Young Shin: “I have two daughters – the eldest is attending UNCG and the younger daughter is going to college at NC State this year. They are all grown up too.”

When I was younger we moved a lot for my father’s job in the hospitality industry. Wherever he went, my family went. I imagine it similar to your situation. What made you both decide to open your own business?

Young Shin: It’s actually quite a complicated story. When I moved to North Carolina in 2009, I worked at a hotel owned by my husband’s family. But then we decided to be independent of his family, so from 2012 to 2016 I opened a restaurant – El Nuevo, a Korean-Mexican restaurant – in downtown Greensboro. After we closed I was kinda bored so I started teaching sewing classes to my church members at my house. And I met Mimi in 2015, she is my best student!

My major was Product Design and my Masters is Art Fusion Design so I’ve always dreamed of owning my own business or something in the design field.

Mimi: I’m simpler, but I helped my mother make hanboks, traditional Korean dresses. Now I’m a housewife.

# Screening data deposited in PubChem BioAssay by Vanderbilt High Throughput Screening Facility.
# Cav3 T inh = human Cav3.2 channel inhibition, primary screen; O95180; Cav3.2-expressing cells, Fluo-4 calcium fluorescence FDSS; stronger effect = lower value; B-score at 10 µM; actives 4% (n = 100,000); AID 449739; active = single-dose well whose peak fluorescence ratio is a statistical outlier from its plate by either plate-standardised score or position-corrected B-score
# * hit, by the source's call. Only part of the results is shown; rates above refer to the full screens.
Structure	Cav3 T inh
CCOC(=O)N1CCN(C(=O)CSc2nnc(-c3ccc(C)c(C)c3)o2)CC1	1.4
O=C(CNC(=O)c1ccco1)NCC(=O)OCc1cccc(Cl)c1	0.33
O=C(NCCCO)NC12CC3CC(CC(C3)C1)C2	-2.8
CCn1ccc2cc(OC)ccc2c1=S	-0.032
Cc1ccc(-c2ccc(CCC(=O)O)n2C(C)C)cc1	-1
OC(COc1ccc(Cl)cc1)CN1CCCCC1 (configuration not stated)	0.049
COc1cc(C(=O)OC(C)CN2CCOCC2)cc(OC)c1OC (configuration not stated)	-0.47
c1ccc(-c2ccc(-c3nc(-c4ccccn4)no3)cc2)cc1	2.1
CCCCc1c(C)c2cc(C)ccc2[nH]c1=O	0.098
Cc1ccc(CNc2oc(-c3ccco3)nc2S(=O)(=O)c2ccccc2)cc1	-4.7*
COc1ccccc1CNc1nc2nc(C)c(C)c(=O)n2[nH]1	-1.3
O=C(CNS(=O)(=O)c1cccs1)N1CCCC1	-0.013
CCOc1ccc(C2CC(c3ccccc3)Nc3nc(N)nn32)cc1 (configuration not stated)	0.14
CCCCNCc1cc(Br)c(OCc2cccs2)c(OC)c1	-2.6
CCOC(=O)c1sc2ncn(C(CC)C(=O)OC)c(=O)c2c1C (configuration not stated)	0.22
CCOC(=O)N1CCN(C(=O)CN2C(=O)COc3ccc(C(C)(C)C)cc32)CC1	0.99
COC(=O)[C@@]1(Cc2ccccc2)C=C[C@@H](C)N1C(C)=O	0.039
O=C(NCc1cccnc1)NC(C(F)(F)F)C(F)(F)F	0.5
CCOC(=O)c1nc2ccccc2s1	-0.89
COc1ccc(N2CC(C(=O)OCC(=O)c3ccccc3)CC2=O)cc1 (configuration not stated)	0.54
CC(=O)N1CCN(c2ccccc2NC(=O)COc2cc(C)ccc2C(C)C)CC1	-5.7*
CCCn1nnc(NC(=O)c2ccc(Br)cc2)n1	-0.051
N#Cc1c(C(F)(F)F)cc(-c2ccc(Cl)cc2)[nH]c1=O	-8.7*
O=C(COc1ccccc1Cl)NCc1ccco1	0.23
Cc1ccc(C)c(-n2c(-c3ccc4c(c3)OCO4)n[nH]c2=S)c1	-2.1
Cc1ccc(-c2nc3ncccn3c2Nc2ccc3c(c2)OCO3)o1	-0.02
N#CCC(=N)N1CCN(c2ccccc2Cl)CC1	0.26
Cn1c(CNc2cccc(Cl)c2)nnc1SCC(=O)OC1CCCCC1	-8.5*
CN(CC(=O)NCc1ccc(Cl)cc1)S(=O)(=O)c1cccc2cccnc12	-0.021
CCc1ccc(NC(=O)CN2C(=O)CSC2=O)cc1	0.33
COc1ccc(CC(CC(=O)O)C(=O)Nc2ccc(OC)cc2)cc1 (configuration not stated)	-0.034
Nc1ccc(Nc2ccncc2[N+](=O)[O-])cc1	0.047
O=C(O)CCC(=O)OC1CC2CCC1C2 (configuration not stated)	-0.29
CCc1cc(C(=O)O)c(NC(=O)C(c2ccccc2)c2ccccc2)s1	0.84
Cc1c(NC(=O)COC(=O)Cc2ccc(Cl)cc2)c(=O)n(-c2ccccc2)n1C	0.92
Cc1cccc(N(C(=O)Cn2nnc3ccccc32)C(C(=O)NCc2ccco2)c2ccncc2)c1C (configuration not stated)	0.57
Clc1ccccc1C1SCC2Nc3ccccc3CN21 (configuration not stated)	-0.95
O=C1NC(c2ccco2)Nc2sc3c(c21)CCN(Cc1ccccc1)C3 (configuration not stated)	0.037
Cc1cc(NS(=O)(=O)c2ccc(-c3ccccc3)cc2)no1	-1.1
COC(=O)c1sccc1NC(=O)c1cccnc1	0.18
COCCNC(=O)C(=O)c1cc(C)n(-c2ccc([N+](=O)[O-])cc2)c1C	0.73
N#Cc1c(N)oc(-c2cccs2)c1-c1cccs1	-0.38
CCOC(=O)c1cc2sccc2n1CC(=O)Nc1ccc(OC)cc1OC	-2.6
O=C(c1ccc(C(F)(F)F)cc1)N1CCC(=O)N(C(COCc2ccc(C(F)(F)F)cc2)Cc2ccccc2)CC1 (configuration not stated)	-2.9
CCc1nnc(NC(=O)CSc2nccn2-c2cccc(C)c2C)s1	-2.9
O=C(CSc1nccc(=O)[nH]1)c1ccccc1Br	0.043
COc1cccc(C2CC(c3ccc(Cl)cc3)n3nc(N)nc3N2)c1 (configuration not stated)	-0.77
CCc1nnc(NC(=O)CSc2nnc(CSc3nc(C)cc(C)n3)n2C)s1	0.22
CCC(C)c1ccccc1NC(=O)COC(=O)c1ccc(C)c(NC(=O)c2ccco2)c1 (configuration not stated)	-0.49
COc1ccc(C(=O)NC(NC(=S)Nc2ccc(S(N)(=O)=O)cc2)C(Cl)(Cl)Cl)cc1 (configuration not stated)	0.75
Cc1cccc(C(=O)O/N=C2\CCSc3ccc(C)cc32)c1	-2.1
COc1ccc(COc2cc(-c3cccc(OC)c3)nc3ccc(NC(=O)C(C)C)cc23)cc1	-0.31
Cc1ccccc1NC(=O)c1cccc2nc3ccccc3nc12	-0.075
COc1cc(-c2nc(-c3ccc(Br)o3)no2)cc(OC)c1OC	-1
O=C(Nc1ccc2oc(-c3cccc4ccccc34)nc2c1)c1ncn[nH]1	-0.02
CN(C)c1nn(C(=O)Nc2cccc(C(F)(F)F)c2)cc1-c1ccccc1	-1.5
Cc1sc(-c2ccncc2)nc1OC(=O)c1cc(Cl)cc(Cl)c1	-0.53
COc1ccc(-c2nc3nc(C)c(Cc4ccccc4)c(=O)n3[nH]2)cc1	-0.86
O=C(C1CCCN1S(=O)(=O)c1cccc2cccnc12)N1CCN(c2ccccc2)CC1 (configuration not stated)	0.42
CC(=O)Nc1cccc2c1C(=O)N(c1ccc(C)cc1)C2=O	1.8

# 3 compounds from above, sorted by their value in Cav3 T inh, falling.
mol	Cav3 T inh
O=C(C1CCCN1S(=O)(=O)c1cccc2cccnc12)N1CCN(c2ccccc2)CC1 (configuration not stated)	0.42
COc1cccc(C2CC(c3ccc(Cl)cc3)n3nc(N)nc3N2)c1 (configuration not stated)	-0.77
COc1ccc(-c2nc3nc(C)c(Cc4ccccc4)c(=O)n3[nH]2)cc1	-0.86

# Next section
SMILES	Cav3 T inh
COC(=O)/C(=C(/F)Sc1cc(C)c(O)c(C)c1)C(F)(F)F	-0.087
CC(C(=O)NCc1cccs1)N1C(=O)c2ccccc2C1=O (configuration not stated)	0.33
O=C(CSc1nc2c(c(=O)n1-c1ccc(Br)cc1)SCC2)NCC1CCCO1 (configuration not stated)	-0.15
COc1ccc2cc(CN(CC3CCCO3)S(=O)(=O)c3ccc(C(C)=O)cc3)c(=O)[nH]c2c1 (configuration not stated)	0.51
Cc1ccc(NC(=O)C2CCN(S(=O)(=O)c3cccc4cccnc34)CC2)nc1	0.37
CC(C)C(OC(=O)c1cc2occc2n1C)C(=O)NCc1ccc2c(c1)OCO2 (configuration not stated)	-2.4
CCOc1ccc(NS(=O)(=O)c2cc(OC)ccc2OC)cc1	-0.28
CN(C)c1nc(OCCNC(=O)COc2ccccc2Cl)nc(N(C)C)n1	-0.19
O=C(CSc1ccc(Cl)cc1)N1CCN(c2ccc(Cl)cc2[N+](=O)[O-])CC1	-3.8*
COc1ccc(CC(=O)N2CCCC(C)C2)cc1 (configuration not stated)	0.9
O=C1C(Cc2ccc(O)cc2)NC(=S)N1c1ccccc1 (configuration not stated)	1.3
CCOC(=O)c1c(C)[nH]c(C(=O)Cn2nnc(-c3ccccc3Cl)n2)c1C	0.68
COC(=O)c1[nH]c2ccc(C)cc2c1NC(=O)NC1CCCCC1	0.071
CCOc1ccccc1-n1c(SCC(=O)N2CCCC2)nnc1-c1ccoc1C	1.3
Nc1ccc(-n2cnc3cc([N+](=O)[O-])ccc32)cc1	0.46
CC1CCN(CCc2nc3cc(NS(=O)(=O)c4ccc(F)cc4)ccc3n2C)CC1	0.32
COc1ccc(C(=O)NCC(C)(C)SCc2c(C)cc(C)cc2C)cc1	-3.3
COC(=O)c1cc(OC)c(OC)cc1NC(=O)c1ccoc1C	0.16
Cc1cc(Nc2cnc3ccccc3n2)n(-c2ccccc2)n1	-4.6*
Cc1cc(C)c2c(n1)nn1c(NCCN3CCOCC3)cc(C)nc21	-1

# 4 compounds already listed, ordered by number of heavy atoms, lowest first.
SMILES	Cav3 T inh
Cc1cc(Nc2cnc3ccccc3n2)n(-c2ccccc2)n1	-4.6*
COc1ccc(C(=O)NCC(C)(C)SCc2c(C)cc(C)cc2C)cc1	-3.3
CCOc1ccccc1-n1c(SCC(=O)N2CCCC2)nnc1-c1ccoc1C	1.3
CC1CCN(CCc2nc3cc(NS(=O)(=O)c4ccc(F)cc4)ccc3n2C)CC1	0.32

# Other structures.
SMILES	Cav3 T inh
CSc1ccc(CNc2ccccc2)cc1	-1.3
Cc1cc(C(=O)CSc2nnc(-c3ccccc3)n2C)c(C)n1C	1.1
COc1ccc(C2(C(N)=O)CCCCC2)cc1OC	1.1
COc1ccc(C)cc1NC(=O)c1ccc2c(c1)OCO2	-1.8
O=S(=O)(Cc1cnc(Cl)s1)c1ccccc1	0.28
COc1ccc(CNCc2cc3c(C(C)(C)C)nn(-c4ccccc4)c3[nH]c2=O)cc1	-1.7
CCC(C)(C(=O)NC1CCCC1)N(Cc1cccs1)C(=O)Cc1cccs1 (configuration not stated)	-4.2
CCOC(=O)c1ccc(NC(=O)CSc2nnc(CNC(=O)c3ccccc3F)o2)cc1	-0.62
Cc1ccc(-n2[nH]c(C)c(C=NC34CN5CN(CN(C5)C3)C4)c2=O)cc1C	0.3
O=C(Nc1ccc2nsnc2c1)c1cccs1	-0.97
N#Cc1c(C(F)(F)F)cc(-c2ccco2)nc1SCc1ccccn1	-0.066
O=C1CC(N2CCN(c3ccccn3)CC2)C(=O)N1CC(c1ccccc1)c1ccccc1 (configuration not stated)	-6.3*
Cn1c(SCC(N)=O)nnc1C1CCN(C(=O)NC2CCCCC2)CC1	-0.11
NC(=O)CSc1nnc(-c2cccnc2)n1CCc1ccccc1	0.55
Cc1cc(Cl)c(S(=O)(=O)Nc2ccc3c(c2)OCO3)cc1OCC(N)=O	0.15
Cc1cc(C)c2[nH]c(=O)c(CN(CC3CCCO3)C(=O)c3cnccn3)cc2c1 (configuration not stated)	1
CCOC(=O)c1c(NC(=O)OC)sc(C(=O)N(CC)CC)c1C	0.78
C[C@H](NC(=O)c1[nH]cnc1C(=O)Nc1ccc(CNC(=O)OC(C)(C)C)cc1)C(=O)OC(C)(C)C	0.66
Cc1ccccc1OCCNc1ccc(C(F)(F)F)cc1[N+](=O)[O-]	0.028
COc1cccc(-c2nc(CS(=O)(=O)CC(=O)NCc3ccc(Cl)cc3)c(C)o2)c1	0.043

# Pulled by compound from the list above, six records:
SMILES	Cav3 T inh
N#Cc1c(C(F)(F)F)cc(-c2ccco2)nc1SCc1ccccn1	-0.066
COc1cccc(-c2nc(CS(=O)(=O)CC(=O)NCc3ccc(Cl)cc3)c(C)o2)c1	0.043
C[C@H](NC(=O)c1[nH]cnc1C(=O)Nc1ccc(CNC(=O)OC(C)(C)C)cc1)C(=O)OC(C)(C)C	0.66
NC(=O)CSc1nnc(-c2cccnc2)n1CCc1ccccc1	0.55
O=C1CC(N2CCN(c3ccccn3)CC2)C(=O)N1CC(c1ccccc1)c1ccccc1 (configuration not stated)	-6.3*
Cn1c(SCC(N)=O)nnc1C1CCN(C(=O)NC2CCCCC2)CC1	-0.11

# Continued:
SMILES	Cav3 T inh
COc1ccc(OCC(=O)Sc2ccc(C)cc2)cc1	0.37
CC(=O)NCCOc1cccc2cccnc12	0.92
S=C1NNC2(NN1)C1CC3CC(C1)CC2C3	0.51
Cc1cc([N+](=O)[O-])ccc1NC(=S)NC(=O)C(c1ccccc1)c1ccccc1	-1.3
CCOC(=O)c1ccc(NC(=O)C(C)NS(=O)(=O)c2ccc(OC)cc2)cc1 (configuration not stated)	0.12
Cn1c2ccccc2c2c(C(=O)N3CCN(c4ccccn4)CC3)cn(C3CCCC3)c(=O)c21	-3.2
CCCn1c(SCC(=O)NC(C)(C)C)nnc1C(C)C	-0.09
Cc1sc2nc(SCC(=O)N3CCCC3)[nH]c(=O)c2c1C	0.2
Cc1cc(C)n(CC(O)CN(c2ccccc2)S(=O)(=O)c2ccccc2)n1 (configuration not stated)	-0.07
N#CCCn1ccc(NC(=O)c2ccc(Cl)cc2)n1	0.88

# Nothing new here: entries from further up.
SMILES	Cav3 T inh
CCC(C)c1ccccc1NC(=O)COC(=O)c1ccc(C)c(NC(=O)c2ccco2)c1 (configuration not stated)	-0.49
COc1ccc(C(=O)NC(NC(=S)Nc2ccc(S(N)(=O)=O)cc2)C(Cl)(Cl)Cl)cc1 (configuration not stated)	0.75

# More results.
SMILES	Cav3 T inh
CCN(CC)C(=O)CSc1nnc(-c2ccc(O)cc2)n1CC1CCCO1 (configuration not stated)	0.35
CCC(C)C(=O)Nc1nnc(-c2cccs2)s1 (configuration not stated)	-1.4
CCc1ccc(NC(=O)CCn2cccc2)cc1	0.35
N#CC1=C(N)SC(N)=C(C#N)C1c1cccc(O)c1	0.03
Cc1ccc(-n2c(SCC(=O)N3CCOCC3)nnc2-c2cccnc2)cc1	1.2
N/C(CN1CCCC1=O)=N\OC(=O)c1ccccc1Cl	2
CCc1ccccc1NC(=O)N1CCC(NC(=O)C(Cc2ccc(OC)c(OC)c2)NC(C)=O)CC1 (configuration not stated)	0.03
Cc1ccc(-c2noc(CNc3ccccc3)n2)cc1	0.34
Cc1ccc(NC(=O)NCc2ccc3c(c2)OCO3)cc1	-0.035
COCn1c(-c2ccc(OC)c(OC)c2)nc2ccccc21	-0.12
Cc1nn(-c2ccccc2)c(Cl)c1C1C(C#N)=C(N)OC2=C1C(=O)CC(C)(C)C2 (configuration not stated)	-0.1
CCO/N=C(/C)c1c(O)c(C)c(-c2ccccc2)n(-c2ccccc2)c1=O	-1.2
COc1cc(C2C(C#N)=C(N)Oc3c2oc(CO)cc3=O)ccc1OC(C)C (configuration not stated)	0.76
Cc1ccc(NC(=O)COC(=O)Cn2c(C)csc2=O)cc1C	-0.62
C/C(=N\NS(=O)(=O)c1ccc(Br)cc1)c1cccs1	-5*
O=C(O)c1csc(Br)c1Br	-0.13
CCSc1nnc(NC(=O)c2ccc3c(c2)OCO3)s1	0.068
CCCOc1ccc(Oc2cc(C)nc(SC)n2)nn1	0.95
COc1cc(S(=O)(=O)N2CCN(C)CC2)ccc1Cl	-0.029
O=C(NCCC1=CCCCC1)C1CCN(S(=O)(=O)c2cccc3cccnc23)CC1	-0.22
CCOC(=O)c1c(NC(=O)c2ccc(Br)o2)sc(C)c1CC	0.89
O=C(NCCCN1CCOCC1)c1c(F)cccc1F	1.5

Young Shin: But she has all these talents.

Mimi: My kids were already gone and I was in an empty house, so I wanted to start something.

Kye in the sewing room (Photo by Nancy Sidelinger Herring)

How did teaching the classes to start your own business evolve?

Young Shin: We weren’t that interested in quilting or sewing back then. We were more interested in ceramics. So we went downtown for a pottery class, and at the same time I opened that class up to my parishioners. I always wanted my own shop and I convinced her.

Mimi: She always brings me with her.

Young Shin: We’re not a great success, but we’re happy with what we’re doing.

What is your favorite part about owning the company?

Mimi: My favorite activity is sewing and making things out of leather. I like to make small things and bags. I also like ceramics. My hobbies are always sewing or crocheting, doing handicrafts. That’s why I like it.

Young Shin: I’m always thinking about new things, that’s the happiest part for me. I have to study the materials and the colors and everything. I’ve always wanted to make something of my own so it’s small but my dreams have come true.

Chang in the sewing room (photo by Nancy Sidelinger Herring)

You have many items in your shop. How do you decide what to do?